I saw it as another step toward Powell's personal and political redemption.
But, since then, Powell seems to be trying to redeem himself. While some may call it too little, too late, I don't set a statute of limitations on one's conscience.
Powell resigned from the Bush administration in late 2004, allegedly in response to pressure from the Powers That Be who apparently felt that Condi Rice would be a more pliable surrogate.
Sadly for all of us, they were right.
And now he endorses Barack Obama, and the kind of change that he didn't dare to hope for when he was serving the Bush administration.
These things suggest to me that Colin Powell is basically a decent person who was led astray by the neocons. While his playing along is not admirable, it's understandable. We're all human. We rely on the stability of our jobs. And so we are (subconsciously or otherwise) sometimes too quick to give our employers the benefit of the doubt.
So I stick by my theory of redemption. It's another step towards allowing General Powell to atone for his sins and start to sleep well at night.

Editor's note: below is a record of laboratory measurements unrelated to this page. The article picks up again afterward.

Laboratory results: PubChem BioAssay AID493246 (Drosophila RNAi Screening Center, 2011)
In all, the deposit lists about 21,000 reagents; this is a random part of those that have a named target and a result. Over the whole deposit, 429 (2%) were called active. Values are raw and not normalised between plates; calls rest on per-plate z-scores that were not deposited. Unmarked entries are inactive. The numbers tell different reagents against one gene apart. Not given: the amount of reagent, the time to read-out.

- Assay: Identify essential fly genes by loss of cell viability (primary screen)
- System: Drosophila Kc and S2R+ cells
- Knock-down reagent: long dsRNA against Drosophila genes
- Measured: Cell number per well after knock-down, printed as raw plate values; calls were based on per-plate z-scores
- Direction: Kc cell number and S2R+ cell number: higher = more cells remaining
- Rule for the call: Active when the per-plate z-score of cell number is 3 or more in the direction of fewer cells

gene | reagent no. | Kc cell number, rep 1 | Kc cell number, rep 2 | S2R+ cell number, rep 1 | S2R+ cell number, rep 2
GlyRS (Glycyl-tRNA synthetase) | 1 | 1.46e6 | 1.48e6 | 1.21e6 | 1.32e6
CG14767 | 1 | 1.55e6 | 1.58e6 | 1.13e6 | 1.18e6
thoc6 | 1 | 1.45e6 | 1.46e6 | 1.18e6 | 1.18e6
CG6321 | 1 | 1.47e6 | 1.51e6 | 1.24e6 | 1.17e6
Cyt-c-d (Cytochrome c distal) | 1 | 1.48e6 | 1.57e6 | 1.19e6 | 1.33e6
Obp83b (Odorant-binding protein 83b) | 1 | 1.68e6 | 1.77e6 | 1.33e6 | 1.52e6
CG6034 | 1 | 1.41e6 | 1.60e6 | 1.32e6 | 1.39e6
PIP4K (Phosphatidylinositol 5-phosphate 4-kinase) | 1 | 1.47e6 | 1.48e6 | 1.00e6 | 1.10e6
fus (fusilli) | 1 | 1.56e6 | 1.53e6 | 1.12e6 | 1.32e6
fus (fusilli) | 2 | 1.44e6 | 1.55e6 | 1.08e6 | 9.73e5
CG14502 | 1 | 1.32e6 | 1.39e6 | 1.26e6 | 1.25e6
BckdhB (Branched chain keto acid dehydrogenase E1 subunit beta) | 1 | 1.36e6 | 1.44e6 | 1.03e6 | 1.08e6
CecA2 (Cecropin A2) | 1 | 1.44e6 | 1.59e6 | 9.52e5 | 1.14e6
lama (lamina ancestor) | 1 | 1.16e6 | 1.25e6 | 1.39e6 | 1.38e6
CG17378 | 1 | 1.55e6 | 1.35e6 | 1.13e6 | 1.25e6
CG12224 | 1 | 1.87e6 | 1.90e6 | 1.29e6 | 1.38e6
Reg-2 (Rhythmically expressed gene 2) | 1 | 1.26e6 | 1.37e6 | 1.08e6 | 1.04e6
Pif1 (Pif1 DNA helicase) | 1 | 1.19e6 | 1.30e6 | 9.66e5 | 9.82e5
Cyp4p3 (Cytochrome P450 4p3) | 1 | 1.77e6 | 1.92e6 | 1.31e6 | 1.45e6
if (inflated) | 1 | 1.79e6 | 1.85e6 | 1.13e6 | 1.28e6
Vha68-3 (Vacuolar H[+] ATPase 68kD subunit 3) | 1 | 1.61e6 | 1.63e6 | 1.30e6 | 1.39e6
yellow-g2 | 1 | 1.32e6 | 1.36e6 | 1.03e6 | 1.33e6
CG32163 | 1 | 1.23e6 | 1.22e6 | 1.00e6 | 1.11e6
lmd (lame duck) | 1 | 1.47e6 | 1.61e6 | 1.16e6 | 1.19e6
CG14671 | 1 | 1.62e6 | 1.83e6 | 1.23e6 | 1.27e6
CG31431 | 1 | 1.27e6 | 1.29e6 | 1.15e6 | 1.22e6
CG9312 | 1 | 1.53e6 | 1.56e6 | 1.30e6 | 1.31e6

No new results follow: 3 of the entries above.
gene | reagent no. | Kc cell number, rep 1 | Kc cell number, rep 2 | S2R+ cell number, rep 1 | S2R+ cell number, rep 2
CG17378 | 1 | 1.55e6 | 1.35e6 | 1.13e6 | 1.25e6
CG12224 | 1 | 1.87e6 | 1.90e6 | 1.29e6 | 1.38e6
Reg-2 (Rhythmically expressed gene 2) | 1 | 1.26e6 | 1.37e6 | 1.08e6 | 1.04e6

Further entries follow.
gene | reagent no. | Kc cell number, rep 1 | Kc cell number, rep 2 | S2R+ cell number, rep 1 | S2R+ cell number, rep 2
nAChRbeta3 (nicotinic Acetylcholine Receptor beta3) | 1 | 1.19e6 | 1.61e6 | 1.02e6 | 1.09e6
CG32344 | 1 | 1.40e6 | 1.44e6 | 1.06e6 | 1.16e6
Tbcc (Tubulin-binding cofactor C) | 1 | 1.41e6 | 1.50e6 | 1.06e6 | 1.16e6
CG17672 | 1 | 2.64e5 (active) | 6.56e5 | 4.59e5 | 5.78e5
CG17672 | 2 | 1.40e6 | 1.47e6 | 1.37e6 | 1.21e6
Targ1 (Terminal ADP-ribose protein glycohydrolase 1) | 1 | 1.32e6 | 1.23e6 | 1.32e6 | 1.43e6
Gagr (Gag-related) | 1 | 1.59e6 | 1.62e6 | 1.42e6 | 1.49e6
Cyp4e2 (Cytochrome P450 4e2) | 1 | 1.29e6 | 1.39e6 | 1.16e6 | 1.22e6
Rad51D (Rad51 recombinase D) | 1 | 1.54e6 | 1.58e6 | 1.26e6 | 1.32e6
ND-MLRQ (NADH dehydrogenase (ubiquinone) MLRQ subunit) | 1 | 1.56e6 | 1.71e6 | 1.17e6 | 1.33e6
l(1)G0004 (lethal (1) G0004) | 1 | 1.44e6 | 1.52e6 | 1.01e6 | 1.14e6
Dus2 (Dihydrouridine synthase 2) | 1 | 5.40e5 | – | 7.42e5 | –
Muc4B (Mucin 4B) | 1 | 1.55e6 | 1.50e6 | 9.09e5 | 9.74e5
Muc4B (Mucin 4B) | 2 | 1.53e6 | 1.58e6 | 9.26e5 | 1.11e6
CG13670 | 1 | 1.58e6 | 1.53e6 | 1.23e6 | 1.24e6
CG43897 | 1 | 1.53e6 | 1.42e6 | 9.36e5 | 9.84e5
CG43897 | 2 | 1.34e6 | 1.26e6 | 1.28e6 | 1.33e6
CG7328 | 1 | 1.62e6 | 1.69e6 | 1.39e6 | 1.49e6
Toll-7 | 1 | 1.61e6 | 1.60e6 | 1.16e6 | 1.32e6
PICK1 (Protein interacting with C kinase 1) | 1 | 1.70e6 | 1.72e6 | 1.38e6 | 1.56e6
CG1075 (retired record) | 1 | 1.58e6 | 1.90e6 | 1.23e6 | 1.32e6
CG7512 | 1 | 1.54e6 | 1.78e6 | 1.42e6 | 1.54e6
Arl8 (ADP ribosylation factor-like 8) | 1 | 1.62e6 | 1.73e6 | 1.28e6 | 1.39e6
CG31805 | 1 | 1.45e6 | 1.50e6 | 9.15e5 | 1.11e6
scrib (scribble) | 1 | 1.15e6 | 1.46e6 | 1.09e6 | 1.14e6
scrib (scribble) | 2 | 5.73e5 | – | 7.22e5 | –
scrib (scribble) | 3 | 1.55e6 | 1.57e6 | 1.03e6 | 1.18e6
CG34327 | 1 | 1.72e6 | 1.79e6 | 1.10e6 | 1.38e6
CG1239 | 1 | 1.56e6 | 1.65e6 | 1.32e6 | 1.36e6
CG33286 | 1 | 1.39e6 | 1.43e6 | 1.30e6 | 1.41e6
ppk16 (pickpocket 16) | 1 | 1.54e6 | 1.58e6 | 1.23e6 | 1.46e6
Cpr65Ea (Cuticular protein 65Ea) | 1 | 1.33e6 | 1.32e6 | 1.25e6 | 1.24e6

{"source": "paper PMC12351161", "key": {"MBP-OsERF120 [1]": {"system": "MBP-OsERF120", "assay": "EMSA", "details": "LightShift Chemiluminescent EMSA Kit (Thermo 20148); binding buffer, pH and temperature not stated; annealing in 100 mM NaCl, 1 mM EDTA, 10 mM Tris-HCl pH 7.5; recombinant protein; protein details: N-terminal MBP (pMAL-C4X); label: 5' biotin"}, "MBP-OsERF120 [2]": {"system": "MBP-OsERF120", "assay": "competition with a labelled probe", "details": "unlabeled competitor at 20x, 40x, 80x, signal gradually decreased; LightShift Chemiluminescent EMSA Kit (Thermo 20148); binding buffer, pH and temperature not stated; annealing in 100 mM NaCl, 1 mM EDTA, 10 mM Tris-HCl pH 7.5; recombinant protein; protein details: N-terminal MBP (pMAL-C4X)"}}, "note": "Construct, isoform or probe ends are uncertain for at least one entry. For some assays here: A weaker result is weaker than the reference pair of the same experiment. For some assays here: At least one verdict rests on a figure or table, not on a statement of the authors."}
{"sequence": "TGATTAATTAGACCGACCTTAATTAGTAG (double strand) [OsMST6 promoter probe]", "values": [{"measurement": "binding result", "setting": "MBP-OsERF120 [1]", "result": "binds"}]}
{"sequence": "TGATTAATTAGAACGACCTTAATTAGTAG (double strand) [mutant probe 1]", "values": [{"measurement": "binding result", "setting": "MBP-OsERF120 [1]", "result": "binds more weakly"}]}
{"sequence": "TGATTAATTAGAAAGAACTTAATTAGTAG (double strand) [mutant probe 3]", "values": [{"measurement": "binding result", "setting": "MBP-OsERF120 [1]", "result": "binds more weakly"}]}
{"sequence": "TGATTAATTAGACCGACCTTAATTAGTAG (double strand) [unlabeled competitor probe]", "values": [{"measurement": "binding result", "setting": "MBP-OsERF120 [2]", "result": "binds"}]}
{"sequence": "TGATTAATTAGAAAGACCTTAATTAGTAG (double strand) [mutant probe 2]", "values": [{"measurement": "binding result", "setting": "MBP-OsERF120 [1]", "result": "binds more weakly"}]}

After all, at least Powell now has the strength to stand up for a healthier agenda -- the change that the Obama campaign promises us. With his endorsement, Powell symbolizes that, for starters, a vote for Obama is a vote against the neocon agenda that led to the end of the unwitting Powell's political career as well as the end of American credibility in the world.
And that seems to confirm my theory that Powell is marching down the path of redemption.
But others, apparently, see it differently, in a couple of ways.
The first, a short, graying man in a flannel shirt and faded jeans, alleged that it was a "Negro thing". Powell supported Obama, he believed, because both were African-American.
Just as I was contemplating how shallow and narrow-minded that view seemed to be, the other guy opened his mouth. This was the taller man, in jeans and a hooded sweatshirt. He disagreed with his friend regarding Powell's motive. This guy saw Powell's endorsement as an act of revenge. "He didn't have the guts to stick with Bush," he said. "Now he's taking it out on the whole Republican party." This, the man said, gives him even more reason to vote for McCain.